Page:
Since we started the soccer program after Bible Club he started to show up regularly. Lovingly but firmly we had to put him in his place a few times, but he started to be respectful with us and nicer with others. We found out that he was very sharp, enjoyed logical games and learnt very fast. But what he loved the most was still playing soccer. And even though most of the time he was the smallest on the field, he gave his 110% for the team. Last night after the game on the way home he told me: “Tonight I want to pray.” I can say I was really surprised. I wasn’t sure if he meant that tonight he was going to pray along with us, or that he wanted to lead the prayer, but I said: “Great!” We gathered on our patio around the fresh pizzas, put our hands together and he started to lead us in prayer: “Thank you God for this day. Thank you for this good game and thank you for the pizza. Amen.” How wonderful was to hear him praying and feel that something started in his little heart! In my head I thanked the Lord that a small mustard seed was sown.
We got a call from Josh, our fellow missionary from our other community that one of our kids, a second grader, Alvaro might be taken away. His mom just delivered her third baby, but because she is on meth the Child Protection Services took the baby and might take Alvaro and his little sister also. The mom was on meth during the entire pregnancy. We are not sure how the baby is. She herself (with 11 other siblings) was born to a mother who was also on drugs. Her one arm is not developed, she can’t really use it, yet she was not able to stay off drugs during her pregnancy.
Alvaro is her oldest child. He definitely has some issues with attention and comprehension. He had a hard time sitting still, usually struggled through homework club. Every day when he was finally done with his homework and received tis Pass Card, he flew with it to the field behind the building to play soccer. On the field he was a different child. He was poised, focused and got into the zone. He showed natural ability and enjoyed the game. At prayer time he was one of those who liked to jump up into our neck and be held till we had to leave. He is a sweet kid. We SO hope that growing up he will have the inner strength to break the cycle.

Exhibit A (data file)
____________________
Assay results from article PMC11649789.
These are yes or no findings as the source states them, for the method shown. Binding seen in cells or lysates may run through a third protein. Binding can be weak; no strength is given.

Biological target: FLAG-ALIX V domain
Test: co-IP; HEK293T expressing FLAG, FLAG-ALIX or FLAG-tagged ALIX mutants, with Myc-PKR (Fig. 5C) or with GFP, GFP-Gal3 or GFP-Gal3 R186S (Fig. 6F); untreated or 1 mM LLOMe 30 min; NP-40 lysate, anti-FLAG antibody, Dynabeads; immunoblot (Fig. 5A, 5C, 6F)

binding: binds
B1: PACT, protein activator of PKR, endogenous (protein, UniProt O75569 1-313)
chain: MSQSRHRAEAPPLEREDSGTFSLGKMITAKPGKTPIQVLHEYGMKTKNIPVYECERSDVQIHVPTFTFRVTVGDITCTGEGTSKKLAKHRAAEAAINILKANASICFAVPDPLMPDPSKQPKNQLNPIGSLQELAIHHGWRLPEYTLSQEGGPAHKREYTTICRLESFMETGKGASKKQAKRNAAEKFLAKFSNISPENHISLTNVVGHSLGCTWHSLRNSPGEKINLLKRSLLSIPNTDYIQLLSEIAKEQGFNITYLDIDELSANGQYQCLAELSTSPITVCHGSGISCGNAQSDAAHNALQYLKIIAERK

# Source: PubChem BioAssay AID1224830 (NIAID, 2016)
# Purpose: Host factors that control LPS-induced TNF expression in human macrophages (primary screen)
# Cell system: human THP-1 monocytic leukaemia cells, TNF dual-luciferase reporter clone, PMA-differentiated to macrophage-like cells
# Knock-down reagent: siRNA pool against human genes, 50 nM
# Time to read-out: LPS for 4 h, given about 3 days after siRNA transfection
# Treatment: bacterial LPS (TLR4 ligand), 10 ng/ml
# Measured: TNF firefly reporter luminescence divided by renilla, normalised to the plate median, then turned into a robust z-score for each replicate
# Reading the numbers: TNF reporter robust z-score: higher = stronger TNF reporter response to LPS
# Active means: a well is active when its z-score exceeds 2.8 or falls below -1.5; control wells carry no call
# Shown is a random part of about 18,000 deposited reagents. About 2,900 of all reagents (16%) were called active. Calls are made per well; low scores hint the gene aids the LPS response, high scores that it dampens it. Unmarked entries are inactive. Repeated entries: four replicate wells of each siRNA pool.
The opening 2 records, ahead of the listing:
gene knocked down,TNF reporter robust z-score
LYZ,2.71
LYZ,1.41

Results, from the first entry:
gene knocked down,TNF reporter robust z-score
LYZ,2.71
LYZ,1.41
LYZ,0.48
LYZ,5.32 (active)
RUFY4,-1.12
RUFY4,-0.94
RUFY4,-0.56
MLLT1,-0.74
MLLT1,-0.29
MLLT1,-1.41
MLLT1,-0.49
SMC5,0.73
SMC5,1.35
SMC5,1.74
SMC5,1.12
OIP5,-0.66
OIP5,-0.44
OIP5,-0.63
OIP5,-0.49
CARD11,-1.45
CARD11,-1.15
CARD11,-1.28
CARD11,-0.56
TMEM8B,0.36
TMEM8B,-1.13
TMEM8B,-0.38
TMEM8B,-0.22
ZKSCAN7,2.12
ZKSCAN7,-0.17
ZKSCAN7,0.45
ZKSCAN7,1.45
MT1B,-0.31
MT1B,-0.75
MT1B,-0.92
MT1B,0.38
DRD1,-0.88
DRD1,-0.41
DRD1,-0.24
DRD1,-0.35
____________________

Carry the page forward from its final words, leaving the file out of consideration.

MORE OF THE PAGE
Last night around 8:30 we sat down to have dinner when 4 boys were knocking on our door. I should say one was doing the knocking because the other three were already sitting and dangling their feet at our patio table. They wanted to know if we would let the dogs out so they could play with them. We did, but we knew that their visit was about more than just that. When we asked if they were hungry, they answered with enthusiastic nodding. We had some good cake left over from our lunch guests, so we cut some nice slices for them and sat out with them to talk.
It was dark already. All of a sudden we heard some loud yelling and a few seconds later we saw blue and red lights and a police car flew past the left side of our patio. It was going so fast that I almost expected a big crash at the end of the ally because it is not long at all. All of a sudden everyone fled. Not just the boys, but the people who were sitting on the patios of the neighboring buildings. Then we saw another police car and police men running around on the other side of our patio. We were just standing there trying to understand what was going on when our neighbor signaled to us not to stand there but to go inside our apartment. So we did. And since one of the boys, Emilio got stuck there with us we brought him in too.
Emilio is a sweet little boy. He always looks into our eyes with his large, brown eyes. His face radiates openness, honesty and innocence, … but he rarely smiles. He lives with his aunt and uncle and his two cousins in a room across our apartment. We don’t know what happened to his parents.
Trying to lighten up the tension in the air, we started to play Hoppers with him, a logical game with frogs and Lilly pads. He got into it surprisingly fast and enjoyed the challenge. About half an hour past when we couldn’t hear any sound of trouble from outside, so we walked him home. We asked our neighbor what happened earlier. She said the police was chasing a guy who was running from them with a gun. She also told us that unfortunately some gang members just got out of jail and were back in the community. This is not good news.